Of the 557 people they surveyed, close to 70 per cent had encountered a shark or seen a shark while in the ocean. The findings of their work were published in Marine Policy.

Read more on The Stand by India Lloyd, August 20, 2016.

Photo credit: Sunova Lifestyle Photography/Flickr 

New laws for the high seas: four key issues the UN talks need to tackle

New laws for the high seasThe new laws about to be agreed, under the existing UN Convention on the Law of the Sea, will aim to improve the current fragmented and industry-based governance of the high seas. Universal, coherent and sustainable regulations will be crucial to protect wildlife in the waters beyond national jurisdiction.

On the high seas, conserving wildlife will have a host of knock-on benefits, from climate stability to sustained productivity of fisheries and other ecosystems.

With so much value in the oceans, this new global agreement is urgently needed to safeguard marine biodiversity in areas that are currently under-protected. These threats include climate change, ocean acidification, plastic pollution, noise, existing offshore mining and new activities such as marine geoengineering. The cumulative effect of these threats calls for caution in industrialising the deep.

UOW researchers Prof Robyn Warner, Harriet Harden-Daives and Genevieve Quirk guide us through the untapped potential of our great oceans.

Read the original article in The Conversation, September 14, 2016.  

Photo credit: iStock

The world watches closely as international tribunal rules on the South China Sea

Clive Schofield The HagueLate in 2015, Professor Clive Schofield (pictured right), Leader, Sustaining Coastal Marine Zones, stood in the Great Hall of the Peace Palace in The Hague providing testimony on one of the most significant international law of the sea cases in decades.

The hearing, before an Arbitration Tribunal constituted under the United Nations Convention on the Law of the Sea (UNCLOS), was held at the Permanent Court of Arbitration in the Netherlands and was set to rule on maritime disputes in the South China Sea that have been brewing for decades.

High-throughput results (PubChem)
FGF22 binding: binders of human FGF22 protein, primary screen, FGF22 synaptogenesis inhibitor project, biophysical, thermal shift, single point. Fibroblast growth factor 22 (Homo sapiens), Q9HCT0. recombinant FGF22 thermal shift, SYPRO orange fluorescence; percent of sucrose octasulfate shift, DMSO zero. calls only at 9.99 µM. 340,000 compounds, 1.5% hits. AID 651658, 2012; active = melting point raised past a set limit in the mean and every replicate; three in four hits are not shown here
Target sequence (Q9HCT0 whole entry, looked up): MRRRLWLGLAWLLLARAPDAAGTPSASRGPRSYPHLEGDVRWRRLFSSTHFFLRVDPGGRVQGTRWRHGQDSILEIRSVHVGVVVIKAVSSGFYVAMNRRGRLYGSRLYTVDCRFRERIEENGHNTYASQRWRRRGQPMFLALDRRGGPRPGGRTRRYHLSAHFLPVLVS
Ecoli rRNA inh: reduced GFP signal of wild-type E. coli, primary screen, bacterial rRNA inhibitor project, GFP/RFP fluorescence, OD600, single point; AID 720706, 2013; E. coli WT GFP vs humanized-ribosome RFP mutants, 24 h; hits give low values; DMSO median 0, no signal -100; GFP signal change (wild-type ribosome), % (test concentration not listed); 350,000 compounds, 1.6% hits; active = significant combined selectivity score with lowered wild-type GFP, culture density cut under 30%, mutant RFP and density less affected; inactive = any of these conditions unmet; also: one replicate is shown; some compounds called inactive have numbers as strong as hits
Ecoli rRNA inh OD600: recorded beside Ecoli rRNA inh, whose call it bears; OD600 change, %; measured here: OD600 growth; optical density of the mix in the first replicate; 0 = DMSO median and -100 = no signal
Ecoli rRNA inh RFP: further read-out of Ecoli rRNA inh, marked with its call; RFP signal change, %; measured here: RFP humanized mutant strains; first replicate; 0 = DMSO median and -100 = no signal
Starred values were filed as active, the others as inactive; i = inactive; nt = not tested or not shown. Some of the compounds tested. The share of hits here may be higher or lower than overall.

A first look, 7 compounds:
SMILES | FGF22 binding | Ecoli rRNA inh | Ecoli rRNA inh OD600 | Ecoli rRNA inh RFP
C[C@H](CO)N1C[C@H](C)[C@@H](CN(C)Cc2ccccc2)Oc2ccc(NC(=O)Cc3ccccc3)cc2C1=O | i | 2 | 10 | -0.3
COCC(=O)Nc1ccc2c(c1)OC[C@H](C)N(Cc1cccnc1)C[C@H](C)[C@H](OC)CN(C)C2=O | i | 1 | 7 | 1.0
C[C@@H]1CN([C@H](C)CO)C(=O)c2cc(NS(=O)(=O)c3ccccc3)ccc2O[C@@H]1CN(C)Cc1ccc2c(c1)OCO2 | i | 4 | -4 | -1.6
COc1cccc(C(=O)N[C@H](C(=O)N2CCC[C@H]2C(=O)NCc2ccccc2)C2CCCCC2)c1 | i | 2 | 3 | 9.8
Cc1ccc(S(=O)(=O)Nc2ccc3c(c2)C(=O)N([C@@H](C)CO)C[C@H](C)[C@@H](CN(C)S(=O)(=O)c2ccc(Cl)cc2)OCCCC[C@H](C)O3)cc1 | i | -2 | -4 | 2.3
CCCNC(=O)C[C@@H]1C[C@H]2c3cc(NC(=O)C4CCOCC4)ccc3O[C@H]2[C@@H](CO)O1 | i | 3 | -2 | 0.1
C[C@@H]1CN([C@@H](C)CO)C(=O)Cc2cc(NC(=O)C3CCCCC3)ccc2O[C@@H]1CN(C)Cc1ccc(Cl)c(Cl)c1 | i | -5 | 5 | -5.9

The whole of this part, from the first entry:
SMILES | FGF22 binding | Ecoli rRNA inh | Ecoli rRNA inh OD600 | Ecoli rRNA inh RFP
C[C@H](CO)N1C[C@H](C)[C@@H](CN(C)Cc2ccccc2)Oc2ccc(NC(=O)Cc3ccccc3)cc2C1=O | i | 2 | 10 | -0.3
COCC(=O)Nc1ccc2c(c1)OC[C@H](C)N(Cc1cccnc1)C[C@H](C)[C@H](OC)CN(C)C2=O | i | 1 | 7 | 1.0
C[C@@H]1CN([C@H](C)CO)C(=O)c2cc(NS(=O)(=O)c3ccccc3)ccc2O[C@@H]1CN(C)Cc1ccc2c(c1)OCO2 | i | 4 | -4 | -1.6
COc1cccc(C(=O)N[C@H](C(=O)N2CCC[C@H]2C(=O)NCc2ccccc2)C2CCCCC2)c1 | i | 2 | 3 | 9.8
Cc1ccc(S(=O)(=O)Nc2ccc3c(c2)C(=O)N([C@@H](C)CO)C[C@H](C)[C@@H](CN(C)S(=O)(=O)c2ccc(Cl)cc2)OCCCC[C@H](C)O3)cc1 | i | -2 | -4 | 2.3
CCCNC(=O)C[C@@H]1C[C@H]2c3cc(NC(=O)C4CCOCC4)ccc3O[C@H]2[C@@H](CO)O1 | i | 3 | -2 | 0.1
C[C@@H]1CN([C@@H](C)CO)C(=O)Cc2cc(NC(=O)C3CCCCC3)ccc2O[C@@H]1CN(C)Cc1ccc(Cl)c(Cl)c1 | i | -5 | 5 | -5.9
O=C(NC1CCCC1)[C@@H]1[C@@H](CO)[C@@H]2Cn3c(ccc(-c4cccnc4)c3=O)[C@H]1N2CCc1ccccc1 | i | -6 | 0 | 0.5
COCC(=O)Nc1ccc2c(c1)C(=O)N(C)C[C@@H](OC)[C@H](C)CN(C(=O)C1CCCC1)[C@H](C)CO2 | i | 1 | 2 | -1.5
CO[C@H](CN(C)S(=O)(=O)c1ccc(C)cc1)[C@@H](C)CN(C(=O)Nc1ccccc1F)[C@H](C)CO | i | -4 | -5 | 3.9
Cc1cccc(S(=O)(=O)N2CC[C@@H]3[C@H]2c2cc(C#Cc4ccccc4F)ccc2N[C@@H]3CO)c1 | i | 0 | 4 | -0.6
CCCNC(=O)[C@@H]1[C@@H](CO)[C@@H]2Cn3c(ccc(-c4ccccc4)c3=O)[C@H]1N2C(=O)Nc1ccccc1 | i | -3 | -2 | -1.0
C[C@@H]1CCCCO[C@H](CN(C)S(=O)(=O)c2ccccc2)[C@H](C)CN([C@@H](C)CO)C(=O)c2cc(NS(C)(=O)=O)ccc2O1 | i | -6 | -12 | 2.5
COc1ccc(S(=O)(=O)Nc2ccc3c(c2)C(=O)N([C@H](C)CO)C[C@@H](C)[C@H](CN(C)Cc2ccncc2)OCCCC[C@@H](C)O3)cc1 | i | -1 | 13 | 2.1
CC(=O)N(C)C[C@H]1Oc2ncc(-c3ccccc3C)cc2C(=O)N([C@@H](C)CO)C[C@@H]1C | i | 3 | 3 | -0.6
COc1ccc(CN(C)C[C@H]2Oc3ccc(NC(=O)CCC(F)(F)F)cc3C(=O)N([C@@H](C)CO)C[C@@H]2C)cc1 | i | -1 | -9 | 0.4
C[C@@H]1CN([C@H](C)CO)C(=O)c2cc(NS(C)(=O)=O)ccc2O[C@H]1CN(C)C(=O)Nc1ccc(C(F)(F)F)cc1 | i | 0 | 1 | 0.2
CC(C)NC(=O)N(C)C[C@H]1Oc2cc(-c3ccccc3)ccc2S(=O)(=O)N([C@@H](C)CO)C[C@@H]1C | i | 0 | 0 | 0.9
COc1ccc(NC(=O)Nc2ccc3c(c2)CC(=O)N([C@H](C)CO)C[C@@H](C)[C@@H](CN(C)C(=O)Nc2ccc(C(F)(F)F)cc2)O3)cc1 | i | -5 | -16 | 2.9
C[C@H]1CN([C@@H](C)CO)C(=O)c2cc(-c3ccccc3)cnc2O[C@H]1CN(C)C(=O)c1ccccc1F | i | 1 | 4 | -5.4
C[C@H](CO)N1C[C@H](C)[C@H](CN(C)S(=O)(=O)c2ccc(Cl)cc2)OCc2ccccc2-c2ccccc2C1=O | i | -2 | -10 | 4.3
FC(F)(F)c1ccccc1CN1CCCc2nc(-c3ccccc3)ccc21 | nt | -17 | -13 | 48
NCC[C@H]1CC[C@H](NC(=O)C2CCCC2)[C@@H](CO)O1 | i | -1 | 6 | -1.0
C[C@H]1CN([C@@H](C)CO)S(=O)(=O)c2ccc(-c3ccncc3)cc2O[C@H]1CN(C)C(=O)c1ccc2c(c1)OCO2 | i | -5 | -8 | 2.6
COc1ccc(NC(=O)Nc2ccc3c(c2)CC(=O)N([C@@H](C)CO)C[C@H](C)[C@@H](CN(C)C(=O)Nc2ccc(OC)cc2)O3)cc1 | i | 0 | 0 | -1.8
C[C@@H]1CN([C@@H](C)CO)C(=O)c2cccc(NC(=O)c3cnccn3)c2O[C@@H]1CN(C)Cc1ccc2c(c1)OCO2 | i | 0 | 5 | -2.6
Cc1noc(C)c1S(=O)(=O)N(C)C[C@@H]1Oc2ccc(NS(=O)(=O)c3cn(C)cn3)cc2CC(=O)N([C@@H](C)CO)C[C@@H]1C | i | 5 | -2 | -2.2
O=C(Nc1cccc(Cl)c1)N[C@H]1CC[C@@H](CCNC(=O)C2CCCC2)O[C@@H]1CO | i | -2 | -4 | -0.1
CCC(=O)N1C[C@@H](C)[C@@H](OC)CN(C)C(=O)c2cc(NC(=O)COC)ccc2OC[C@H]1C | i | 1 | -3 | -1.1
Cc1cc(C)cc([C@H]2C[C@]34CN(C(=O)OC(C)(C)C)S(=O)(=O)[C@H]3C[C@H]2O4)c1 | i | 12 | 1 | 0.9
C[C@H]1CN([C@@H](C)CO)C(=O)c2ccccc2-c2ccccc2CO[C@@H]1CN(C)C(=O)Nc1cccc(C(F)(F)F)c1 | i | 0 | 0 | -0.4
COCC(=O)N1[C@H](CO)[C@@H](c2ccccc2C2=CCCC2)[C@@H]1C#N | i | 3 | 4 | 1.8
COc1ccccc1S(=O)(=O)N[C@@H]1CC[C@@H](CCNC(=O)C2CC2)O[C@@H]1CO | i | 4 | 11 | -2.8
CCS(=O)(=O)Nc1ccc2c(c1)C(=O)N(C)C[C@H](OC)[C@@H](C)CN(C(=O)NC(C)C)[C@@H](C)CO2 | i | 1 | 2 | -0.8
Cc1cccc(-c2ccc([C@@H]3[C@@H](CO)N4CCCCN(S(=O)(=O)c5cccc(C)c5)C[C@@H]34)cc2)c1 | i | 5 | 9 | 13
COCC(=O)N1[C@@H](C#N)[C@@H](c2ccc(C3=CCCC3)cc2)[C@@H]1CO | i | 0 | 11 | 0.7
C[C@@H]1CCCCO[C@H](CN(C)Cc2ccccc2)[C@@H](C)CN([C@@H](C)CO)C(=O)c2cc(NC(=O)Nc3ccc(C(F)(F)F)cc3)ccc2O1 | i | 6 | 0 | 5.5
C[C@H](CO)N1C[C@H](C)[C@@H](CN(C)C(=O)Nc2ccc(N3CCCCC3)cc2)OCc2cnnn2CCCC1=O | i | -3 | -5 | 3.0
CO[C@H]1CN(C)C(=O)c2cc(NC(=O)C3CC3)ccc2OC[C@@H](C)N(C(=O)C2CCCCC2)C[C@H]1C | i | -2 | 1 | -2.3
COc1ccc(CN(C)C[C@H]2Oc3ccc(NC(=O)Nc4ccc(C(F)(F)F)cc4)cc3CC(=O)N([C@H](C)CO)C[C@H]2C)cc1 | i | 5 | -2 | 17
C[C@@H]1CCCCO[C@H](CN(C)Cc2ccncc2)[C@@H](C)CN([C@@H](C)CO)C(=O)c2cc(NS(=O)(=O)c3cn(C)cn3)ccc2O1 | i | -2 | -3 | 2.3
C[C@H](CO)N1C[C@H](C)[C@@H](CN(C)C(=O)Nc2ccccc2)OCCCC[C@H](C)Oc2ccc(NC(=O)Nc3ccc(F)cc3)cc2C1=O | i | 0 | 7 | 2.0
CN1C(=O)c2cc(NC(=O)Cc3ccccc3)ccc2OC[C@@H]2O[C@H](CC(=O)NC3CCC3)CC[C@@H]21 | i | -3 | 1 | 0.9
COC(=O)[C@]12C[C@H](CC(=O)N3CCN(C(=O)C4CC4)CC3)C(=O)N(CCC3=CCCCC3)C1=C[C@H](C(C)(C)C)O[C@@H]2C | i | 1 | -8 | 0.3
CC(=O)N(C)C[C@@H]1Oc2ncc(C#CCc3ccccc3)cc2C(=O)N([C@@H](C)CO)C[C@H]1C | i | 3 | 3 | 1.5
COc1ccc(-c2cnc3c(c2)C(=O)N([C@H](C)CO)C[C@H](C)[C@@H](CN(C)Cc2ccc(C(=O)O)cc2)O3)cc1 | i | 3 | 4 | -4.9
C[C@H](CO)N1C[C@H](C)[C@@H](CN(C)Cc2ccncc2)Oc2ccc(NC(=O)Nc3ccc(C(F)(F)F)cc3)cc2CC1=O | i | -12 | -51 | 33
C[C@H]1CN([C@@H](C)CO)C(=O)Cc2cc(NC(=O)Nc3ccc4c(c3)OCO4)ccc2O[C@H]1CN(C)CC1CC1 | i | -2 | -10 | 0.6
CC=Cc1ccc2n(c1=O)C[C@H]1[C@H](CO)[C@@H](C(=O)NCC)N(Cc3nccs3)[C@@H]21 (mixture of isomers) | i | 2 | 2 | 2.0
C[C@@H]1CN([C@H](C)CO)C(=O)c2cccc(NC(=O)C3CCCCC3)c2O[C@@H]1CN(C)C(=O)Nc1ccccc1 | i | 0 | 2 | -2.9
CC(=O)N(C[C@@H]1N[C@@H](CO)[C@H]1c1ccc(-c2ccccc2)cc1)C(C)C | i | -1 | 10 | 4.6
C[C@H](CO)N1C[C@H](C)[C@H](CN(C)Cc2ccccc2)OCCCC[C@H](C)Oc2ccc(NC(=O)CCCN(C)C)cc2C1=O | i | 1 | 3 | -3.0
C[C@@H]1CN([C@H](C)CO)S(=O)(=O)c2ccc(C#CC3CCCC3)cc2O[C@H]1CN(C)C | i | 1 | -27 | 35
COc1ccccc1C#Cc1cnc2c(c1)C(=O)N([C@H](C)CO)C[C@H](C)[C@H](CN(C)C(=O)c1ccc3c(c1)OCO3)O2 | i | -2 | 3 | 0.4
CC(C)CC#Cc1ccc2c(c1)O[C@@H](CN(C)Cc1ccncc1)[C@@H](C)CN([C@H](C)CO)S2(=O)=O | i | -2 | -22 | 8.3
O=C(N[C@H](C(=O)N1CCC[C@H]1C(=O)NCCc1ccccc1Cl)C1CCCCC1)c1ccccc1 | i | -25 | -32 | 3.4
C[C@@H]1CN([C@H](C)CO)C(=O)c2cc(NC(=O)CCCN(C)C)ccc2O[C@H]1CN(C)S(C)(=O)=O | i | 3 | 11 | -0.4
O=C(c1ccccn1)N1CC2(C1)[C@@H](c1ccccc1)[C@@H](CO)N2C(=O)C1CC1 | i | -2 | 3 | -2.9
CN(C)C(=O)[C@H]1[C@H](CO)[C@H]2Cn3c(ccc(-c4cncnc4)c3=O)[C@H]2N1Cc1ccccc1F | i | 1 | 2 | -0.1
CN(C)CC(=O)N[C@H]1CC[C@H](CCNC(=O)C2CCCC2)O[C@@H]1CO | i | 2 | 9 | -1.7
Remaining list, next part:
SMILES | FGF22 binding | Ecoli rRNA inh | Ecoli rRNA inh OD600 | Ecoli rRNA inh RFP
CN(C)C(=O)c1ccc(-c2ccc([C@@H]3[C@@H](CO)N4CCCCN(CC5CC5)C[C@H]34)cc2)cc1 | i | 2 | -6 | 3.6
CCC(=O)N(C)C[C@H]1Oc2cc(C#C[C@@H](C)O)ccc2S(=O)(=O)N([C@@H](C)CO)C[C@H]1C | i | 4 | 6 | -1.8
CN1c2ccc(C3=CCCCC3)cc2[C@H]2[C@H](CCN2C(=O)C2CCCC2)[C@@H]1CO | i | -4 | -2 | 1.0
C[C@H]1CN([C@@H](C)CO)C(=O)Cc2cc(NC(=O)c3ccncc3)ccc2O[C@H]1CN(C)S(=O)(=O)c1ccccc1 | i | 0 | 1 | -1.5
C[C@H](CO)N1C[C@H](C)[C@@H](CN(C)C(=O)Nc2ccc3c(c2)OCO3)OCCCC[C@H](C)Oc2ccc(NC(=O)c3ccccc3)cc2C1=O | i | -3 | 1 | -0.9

Professor Schofield, appearing as an independent expert witness in the case between The Republic of the Philippines and The People’s Republic of China, knew the stakes were high. His testimony had the potential to influence the nature of maritime claims and conflicts for generations to come.

Read more on The Stand, written by India Lloyd.

Dementia Friendly Kiama project wins WHO award

WHO Award Dementia Friendly KiamaThe World Health Organisation (WHO) has recognised the efforts of Kiama council’s Health Plan and in particular the Global Challenges Dementia Friendly Kiama Project.

Kiama councillor Kathy Rice received the award at the seventh Global Conference of the Alliance for Healthy Cities at Wonju City, South Korea on 31 August, 2016.

“The presentation of the award before 500 international delegates has also extended the worldwide recognition of the Dementia Friendly Kiama Project." said Ms Rice.

Read original article by Brendan Crabbe, Kiama Independent

Photo credit: Kiama Independent 

Fishing, not oil, is at the heart of the South China Sea dispute

South China SeaContrary to the view that the South China Sea disputes are driven by a regional hunger for seabed energy resources, the real and immediate prizes at stake are the region’s fisheries and marine environments that support them.